Poet turned life around by connecting to Indigenous culture

Growing up in Saskatoon, Sask. poet Zoey ‘Pricelys’ Roy, 26, says she didn’t have access to her Indigenous culture. Despite this, she is no less Indigenous.

Zoey 'Pricelys' Roy decided that to be a true rebel, she needed to be successful

Zondra 'Pricelys' Roy, who also goes by Zoey, is an activist, spoken word poet, hip hop artist and social entrepreneur. She will be presenting at The Walrus Talks The Indigenous City in Winnipeg, May 11, 2016. (CBC)

Growing up in Saskatoon, Sask. poet Zoey 'Pricelys' Roy, 26, says she didn't have access to her Indigenous culture. Despite this, she is no less Indigenous.

"My parents taught me a lot of things, they taught me that I was beautiful, and that I was perfectly okay as Zoey, but they wanted to raise me as Canadian," said Roy.

"They thought it would be an easier life for me to live as Canadian, rather than First Nation in Canada."

For Roy, being disconnected from her culture backfired - she didn't know who she was, and she started to act out. At 15 years old, she was incarcerated at Kilburn Hall Youth Centre in Saskatoon, which was a turning point for her.

"I recognized that all of the kids in Kilburn Hall were Indigenous, and all the people that worked in Kilburn, or worked at the courthouse, or worked at the police station, they were not Indigenous and they clearly had decision making power over how my life was going to go," said Roy.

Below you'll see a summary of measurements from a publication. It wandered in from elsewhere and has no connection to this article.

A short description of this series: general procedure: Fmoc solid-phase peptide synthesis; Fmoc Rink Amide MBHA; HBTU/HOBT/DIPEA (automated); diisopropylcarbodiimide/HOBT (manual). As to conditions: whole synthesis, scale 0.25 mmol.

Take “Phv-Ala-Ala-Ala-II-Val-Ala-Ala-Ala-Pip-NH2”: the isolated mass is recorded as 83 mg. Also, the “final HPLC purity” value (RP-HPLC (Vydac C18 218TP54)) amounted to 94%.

'Not Indian enough'

"If I was going to be a true rebel - as I always prided myself on being - then I needed to be successful, and I needed to rebel against the system that was built to facilitate my failure."

While at the youth centre, Roy became worried that she was living up to stereotypes attributed to Indigenous youth, and decided the best way to break from this destructive path was to connect to a culture she never knew.

"I felt that because my skin was light, that my hair was curly, that I didn't know my language, that I didn't have grandparents that I called kokum and mushum, that somehow I wasn't Indian enough," said Roy.

"I had to take the first step in my journey to reclaiming my culture, and what I did was I walked into a high school one day and I asked to talk to their elder, and she told me I'm perfect just the way I am… and the Zoey today is Indigenous enough."

As a writer, Roy applies the life lessons she has learned to her poetry, but says that as an Indigenous writer she takes on the additional responsibility of "speaking the truth, and speaking knowledge whenever I can."

"I like to bring up Indigenous narrative to empower all Canadians to understand the specifics of First Nations and Métis culture, so that we can somehow bridge the gap of knowing."

'People are scared of different' 

For Roy, writing poetry is a way of connecting - and learning - about her Cree heritage. Despite not speaking Cree fluently, she incorporates Cree words to her poetry - making her poems just as much a language lesson for her as it is for her audience.

"[Cree] is not less, it's not more, it's different. And so many people are scared of different."

In addition to writing and performing, Roy works with youth in Saskatoon to inspire them to write. She is the co-founder of Write Out Loud, a spoken word collective for youth, and she previously worked for Saskatoon's National Youth Arts Week.

Because of the work she does with youth in Saskatoon, Roy received one of this year's youth Indspire awards.

Roy is one of the panelists presenting at The Walrus Talks The Indigenous City Wednesday, May 11, at the Winnipeg Art Gallery, 300 Memorial Blvd. Other guests include actor Tom Jackson, essayist John Ralston Saul, and CBC host Rosanna Deerchild. The presenters will talk about Indigenous life in Canadian cities, including conversations on culture, politics and business.